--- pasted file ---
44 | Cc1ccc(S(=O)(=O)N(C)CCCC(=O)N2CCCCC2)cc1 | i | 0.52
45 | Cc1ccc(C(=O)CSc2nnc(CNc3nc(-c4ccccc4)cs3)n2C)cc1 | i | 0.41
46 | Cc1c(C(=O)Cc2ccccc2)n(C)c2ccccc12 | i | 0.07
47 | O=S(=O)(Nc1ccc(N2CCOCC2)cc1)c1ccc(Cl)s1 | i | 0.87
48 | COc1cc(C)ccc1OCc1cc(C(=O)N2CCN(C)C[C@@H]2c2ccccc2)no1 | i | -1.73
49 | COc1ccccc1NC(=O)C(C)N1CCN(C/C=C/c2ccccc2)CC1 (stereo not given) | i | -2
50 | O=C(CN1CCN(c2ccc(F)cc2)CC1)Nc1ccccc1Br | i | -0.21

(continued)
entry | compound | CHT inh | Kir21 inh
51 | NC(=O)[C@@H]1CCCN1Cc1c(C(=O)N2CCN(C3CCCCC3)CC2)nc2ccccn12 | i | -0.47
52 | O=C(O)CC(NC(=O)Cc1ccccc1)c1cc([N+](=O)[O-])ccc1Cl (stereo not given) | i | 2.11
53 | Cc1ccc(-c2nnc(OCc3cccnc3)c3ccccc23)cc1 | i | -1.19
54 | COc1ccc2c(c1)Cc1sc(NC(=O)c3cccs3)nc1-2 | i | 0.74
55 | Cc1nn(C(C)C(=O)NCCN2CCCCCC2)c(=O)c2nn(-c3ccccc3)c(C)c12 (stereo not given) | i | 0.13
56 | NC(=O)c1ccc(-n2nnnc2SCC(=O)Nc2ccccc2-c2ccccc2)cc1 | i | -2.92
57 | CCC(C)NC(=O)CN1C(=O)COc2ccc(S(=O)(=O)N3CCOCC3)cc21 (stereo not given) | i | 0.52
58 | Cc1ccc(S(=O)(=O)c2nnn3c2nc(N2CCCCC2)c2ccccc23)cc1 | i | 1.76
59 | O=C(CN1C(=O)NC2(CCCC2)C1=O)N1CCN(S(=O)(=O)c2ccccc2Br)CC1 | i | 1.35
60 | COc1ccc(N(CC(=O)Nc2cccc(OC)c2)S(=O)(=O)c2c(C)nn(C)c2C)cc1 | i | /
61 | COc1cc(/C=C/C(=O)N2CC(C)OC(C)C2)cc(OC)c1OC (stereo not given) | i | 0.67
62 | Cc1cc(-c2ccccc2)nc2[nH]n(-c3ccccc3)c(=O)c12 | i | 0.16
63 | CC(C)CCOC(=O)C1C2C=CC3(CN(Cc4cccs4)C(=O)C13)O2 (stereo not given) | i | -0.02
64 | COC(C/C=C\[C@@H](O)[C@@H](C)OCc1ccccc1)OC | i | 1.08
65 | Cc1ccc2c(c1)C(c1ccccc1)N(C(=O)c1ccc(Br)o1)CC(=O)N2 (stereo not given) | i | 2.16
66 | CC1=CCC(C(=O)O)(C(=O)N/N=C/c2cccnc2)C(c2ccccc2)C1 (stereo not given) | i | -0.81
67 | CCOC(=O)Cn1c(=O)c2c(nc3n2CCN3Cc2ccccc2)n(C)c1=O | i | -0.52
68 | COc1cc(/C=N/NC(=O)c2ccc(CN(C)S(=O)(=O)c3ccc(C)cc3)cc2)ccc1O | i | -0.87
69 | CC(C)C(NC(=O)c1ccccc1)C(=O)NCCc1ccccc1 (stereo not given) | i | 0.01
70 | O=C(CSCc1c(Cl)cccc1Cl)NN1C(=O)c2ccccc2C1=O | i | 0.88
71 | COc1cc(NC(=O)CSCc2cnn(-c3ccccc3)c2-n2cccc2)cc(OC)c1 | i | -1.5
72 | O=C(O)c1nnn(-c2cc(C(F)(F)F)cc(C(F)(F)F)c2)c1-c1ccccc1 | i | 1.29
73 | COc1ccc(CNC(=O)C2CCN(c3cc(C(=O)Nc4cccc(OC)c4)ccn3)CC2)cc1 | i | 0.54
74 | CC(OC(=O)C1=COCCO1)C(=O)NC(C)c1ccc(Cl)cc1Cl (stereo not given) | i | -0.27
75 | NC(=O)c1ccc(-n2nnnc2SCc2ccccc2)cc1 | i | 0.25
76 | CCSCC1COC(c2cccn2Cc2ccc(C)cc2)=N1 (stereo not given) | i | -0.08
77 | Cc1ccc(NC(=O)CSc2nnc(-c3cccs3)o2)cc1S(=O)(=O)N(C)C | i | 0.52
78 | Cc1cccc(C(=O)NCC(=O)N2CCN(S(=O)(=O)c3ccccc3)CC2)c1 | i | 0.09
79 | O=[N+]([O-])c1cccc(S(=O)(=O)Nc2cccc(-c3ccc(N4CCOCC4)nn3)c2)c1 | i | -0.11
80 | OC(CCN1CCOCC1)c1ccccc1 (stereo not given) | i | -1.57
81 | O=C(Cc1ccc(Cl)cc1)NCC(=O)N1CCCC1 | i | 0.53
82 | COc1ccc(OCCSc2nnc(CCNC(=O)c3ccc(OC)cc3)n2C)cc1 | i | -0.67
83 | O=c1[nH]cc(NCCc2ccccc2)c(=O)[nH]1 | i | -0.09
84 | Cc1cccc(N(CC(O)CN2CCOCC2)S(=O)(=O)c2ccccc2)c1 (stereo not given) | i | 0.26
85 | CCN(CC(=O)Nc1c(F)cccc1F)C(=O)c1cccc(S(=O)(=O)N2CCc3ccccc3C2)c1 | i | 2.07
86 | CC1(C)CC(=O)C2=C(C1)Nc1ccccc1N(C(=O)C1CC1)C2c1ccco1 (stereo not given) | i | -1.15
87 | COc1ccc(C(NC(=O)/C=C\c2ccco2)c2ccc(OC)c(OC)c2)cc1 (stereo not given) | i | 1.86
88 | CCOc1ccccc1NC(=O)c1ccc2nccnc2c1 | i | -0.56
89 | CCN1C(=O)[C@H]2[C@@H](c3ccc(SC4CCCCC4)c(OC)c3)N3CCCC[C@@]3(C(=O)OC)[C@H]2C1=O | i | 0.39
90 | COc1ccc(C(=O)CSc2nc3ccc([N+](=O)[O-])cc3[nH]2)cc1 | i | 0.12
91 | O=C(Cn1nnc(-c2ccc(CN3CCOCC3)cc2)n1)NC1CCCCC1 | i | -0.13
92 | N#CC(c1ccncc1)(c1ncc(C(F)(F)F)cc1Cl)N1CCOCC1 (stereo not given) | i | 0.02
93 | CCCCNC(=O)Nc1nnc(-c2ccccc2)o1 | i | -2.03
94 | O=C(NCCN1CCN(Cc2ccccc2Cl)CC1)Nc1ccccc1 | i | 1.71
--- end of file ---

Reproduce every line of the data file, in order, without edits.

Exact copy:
44 | Cc1ccc(S(=O)(=O)N(C)CCCC(=O)N2CCCCC2)cc1 | i | 0.52
45 | Cc1ccc(C(=O)CSc2nnc(CNc3nc(-c4ccccc4)cs3)n2C)cc1 | i | 0.41
46 | Cc1c(C(=O)Cc2ccccc2)n(C)c2ccccc12 | i | 0.07
47 | O=S(=O)(Nc1ccc(N2CCOCC2)cc1)c1ccc(Cl)s1 | i | 0.87
48 | COc1cc(C)ccc1OCc1cc(C(=O)N2CCN(C)C[C@@H]2c2ccccc2)no1 | i | -1.73
49 | COc1ccccc1NC(=O)C(C)N1CCN(C/C=C/c2ccccc2)CC1 (stereo not given) | i | -2
50 | O=C(CN1CCN(c2ccc(F)cc2)CC1)Nc1ccccc1Br | i | -0.21

(continued)
entry | compound | CHT inh | Kir21 inh
51 | NC(=O)[C@@H]1CCCN1Cc1c(C(=O)N2CCN(C3CCCCC3)CC2)nc2ccccn12 | i | -0.47
52 | O=C(O)CC(NC(=O)Cc1ccccc1)c1cc([N+](=O)[O-])ccc1Cl (stereo not given) | i | 2.11
53 | Cc1ccc(-c2nnc(OCc3cccnc3)c3ccccc23)cc1 | i | -1.19
54 | COc1ccc2c(c1)Cc1sc(NC(=O)c3cccs3)nc1-2 | i | 0.74
55 | Cc1nn(C(C)C(=O)NCCN2CCCCCC2)c(=O)c2nn(-c3ccccc3)c(C)c12 (stereo not given) | i | 0.13
56 | NC(=O)c1ccc(-n2nnnc2SCC(=O)Nc2ccccc2-c2ccccc2)cc1 | i | -2.92
57 | CCC(C)NC(=O)CN1C(=O)COc2ccc(S(=O)(=O)N3CCOCC3)cc21 (stereo not given) | i | 0.52
58 | Cc1ccc(S(=O)(=O)c2nnn3c2nc(N2CCCCC2)c2ccccc23)cc1 | i | 1.76
59 | O=C(CN1C(=O)NC2(CCCC2)C1=O)N1CCN(S(=O)(=O)c2ccccc2Br)CC1 | i | 1.35
60 | COc1ccc(N(CC(=O)Nc2cccc(OC)c2)S(=O)(=O)c2c(C)nn(C)c2C)cc1 | i | /
61 | COc1cc(/C=C/C(=O)N2CC(C)OC(C)C2)cc(OC)c1OC (stereo not given) | i | 0.67
62 | Cc1cc(-c2ccccc2)nc2[nH]n(-c3ccccc3)c(=O)c12 | i | 0.16
63 | CC(C)CCOC(=O)C1C2C=CC3(CN(Cc4cccs4)C(=O)C13)O2 (stereo not given) | i | -0.02
64 | COC(C/C=C\[C@@H](O)[C@@H](C)OCc1ccccc1)OC | i | 1.08
65 | Cc1ccc2c(c1)C(c1ccccc1)N(C(=O)c1ccc(Br)o1)CC(=O)N2 (stereo not given) | i | 2.16
66 | CC1=CCC(C(=O)O)(C(=O)N/N=C/c2cccnc2)C(c2ccccc2)C1 (stereo not given) | i | -0.81
67 | CCOC(=O)Cn1c(=O)c2c(nc3n2CCN3Cc2ccccc2)n(C)c1=O | i | -0.52
68 | COc1cc(/C=N/NC(=O)c2ccc(CN(C)S(=O)(=O)c3ccc(C)cc3)cc2)ccc1O | i | -0.87
69 | CC(C)C(NC(=O)c1ccccc1)C(=O)NCCc1ccccc1 (stereo not given) | i | 0.01
70 | O=C(CSCc1c(Cl)cccc1Cl)NN1C(=O)c2ccccc2C1=O | i | 0.88
71 | COc1cc(NC(=O)CSCc2cnn(-c3ccccc3)c2-n2cccc2)cc(OC)c1 | i | -1.5
72 | O=C(O)c1nnn(-c2cc(C(F)(F)F)cc(C(F)(F)F)c2)c1-c1ccccc1 | i | 1.29
73 | COc1ccc(CNC(=O)C2CCN(c3cc(C(=O)Nc4cccc(OC)c4)ccn3)CC2)cc1 | i | 0.54
74 | CC(OC(=O)C1=COCCO1)C(=O)NC(C)c1ccc(Cl)cc1Cl (stereo not given) | i | -0.27
75 | NC(=O)c1ccc(-n2nnnc2SCc2ccccc2)cc1 | i | 0.25
76 | CCSCC1COC(c2cccn2Cc2ccc(C)cc2)=N1 (stereo not given) | i | -0.08
77 | Cc1ccc(NC(=O)CSc2nnc(-c3cccs3)o2)cc1S(=O)(=O)N(C)C | i | 0.52
78 | Cc1cccc(C(=O)NCC(=O)N2CCN(S(=O)(=O)c3ccccc3)CC2)c1 | i | 0.09
79 | O=[N+]([O-])c1cccc(S(=O)(=O)Nc2cccc(-c3ccc(N4CCOCC4)nn3)c2)c1 | i | -0.11
80 | OC(CCN1CCOCC1)c1ccccc1 (stereo not given) | i | -1.57
81 | O=C(Cc1ccc(Cl)cc1)NCC(=O)N1CCCC1 | i | 0.53
82 | COc1ccc(OCCSc2nnc(CCNC(=O)c3ccc(OC)cc3)n2C)cc1 | i | -0.67
83 | O=c1[nH]cc(NCCc2ccccc2)c(=O)[nH]1 | i | -0.09
84 | Cc1cccc(N(CC(O)CN2CCOCC2)S(=O)(=O)c2ccccc2)c1 (stereo not given) | i | 0.26
85 | CCN(CC(=O)Nc1c(F)cccc1F)C(=O)c1cccc(S(=O)(=O)N2CCc3ccccc3C2)c1 | i | 2.07
86 | CC1(C)CC(=O)C2=C(C1)Nc1ccccc1N(C(=O)C1CC1)C2c1ccco1 (stereo not given) | i | -1.15
87 | COc1ccc(C(NC(=O)/C=C\c2ccco2)c2ccc(OC)c(OC)c2)cc1 (stereo not given) | i | 1.86
88 | CCOc1ccccc1NC(=O)c1ccc2nccnc2c1 | i | -0.56
89 | CCN1C(=O)[C@H]2[C@@H](c3ccc(SC4CCCCC4)c(OC)c3)N3CCCC[C@@]3(C(=O)OC)[C@H]2C1=O | i | 0.39
90 | COc1ccc(C(=O)CSc2nc3ccc([N+](=O)[O-])cc3[nH]2)cc1 | i | 0.12
91 | O=C(Cn1nnc(-c2ccc(CN3CCOCC3)cc2)n1)NC1CCCCC1 | i | -0.13
92 | N#CC(c1ccncc1)(c1ncc(C(F)(F)F)cc1Cl)N1CCOCC1 (stereo not given) | i | 0.02
93 | CCCCNC(=O)Nc1nnc(-c2ccccc2)o1 | i | -2.03
94 | O=C(NCCN1CCN(Cc2ccccc2Cl)CC1)Nc1ccccc1 | i | 1.71